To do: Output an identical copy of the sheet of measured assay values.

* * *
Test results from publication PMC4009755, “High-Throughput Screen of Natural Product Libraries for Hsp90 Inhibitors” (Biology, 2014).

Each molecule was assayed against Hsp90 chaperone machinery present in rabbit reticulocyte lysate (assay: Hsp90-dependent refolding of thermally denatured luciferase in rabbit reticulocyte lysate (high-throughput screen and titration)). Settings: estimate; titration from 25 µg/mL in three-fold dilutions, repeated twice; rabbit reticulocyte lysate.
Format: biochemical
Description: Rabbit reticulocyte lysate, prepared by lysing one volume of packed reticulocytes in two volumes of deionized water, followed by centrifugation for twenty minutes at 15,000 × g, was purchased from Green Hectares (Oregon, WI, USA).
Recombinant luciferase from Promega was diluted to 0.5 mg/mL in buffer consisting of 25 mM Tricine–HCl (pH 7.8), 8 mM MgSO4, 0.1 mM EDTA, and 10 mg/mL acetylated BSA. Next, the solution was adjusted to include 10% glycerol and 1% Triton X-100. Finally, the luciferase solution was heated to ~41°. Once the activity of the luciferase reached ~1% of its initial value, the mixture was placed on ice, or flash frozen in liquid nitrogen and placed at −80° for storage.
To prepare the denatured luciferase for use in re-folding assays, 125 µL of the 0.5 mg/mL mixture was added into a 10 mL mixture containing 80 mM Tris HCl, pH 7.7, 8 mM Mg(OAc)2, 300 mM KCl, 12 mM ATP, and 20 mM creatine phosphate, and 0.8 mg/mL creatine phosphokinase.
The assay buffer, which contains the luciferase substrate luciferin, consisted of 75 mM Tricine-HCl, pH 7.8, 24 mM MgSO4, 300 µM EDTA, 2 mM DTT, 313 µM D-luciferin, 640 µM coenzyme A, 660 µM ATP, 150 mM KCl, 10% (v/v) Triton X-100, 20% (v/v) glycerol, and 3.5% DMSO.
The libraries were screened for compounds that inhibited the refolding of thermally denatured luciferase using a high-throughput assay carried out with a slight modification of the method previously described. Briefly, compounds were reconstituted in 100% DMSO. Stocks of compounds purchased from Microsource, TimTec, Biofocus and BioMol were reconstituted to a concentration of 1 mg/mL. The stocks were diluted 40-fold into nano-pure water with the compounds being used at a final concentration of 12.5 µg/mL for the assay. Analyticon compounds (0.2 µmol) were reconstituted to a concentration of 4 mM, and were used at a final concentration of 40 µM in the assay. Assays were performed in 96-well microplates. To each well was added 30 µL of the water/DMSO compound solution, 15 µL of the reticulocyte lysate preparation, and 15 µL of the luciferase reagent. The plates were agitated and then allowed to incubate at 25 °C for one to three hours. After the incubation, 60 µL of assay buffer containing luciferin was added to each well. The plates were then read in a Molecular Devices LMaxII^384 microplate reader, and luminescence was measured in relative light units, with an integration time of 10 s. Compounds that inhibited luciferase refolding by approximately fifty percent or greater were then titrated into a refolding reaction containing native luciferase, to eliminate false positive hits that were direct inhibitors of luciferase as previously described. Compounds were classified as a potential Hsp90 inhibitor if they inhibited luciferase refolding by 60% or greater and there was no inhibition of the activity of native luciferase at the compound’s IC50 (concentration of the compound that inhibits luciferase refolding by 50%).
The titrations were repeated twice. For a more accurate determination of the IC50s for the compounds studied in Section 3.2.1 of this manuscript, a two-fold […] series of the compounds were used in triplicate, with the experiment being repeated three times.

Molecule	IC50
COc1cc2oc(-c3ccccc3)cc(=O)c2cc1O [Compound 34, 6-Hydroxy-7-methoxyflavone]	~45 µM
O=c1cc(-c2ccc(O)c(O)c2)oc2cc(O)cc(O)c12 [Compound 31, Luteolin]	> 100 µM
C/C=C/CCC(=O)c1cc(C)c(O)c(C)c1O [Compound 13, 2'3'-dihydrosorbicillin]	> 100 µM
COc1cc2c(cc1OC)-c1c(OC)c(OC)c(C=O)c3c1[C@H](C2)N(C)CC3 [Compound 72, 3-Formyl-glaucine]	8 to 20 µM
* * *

Test results from publication PMC4009755, “High-Throughput Screen of Natural Product Libraries for Hsp90 Inhibitors” (Biology, 2014).

Each molecule was assayed against Hsp90 chaperone machinery present in rabbit reticulocyte lysate (assay: Hsp90-dependent refolding of thermally denatured luciferase in rabbit reticulocyte lysate (high-throughput screen and titration)). Settings: estimate; titration from 25 µg/mL in three-fold dilutions, repeated twice; rabbit reticulocyte lysate.
Format: biochemical
Description: Rabbit reticulocyte lysate, prepared by lysing one volume of packed reticulocytes in two volumes of deionized water, followed by centrifugation for twenty minutes at 15,000 × g, was purchased from Green Hectares (Oregon, WI, USA).
Recombinant luciferase from Promega was diluted to 0.5 mg/mL in buffer consisting of 25 mM Tricine–HCl (pH 7.8), 8 mM MgSO4, 0.1 mM EDTA, and 10 mg/mL acetylated BSA. Next, the solution was adjusted to include 10% glycerol and 1% Triton X-100. Finally, the luciferase solution was heated to ~41°. Once the activity of the luciferase reached ~1% of its initial value, the mixture was placed on ice, or flash frozen in liquid nitrogen and placed at −80° for storage.
To prepare the denatured luciferase for use in re-folding assays, 125 µL of the 0.5 mg/mL mixture was added into a 10 mL mixture containing 80 mM Tris HCl, pH 7.7, 8 mM Mg(OAc)2, 300 mM KCl, 12 mM ATP, and 20 mM creatine phosphate, and 0.8 mg/mL creatine phosphokinase.
The assay buffer, which contains the luciferase substrate luciferin, consisted of 75 mM Tricine-HCl, pH 7.8, 24 mM MgSO4, 300 µM EDTA, 2 mM DTT, 313 µM D-luciferin, 640 µM coenzyme A, 660 µM ATP, 150 mM KCl, 10% (v/v) Triton X-100, 20% (v/v) glycerol, and 3.5% DMSO.
The libraries were screened for compounds that inhibited the refolding of thermally denatured luciferase using a high-throughput assay carried out with a slight modification of the method previously described. Briefly, compounds were reconstituted in 100% DMSO. Stocks of compounds purchased from Microsource, TimTec, Biofocus and BioMol were reconstituted to a concentration of 1 mg/mL. The stocks were diluted 40-fold into nano-pure water with the compounds being used at a final concentration of 12.5 µg/mL for the assay. Analyticon compounds (0.2 µmol) were reconstituted to a concentration of 4 mM, and were used at a final concentration of 40 µM in the assay. Assays were performed in 96-well microplates. To each well was added 30 µL of the water/DMSO compound solution, 15 µL of the reticulocyte lysate preparation, and 15 µL of the luciferase reagent. The plates were agitated and then allowed to incubate at 25 °C for one to three hours. After the incubation, 60 µL of assay buffer containing luciferin was added to each well. The plates were then read in a Molecular Devices LMaxII^384 microplate reader, and luminescence was measured in relative light units, with an integration time of 10 s. Compounds that inhibited luciferase refolding by approximately fifty percent or greater were then titrated into a refolding reaction containing native luciferase, to eliminate false positive hits that were direct inhibitors of luciferase as previously described. Compounds were classified as a potential Hsp90 inhibitor if they inhibited luciferase refolding by 60% or greater and there was no inhibition of the activity of native luciferase at the compound’s IC50 (concentration of the compound that inhibits luciferase refolding by 50%).
The titrations were repeated twice. For a more accurate determination of the IC50s for the compounds studied in Section 3.2.1 of this manuscript, a two-fold […] series of the compounds were used in triplicate, with the experiment being repeated three times.

Molecule	IC50
COc1cc2oc(-c3ccccc3)cc(=O)c2cc1O [Compound 34, 6-Hydroxy-7-methoxyflavone]	~45 µM
O=c1cc(-c2ccc(O)c(O)c2)oc2cc(O)cc(O)c12 [Compound 31, Luteolin]	> 100 µM
C/C=C/CCC(=O)c1cc(C)c(O)c(C)c1O [Compound 13, 2'3'-dihydrosorbicillin]	> 100 µM
COc1cc2c(cc1OC)-c1c(OC)c(OC)c(C=O)c3c1[C@H](C2)N(C)CC3 [Compound 72, 3-Formyl-glaucine]	8 to 20 µM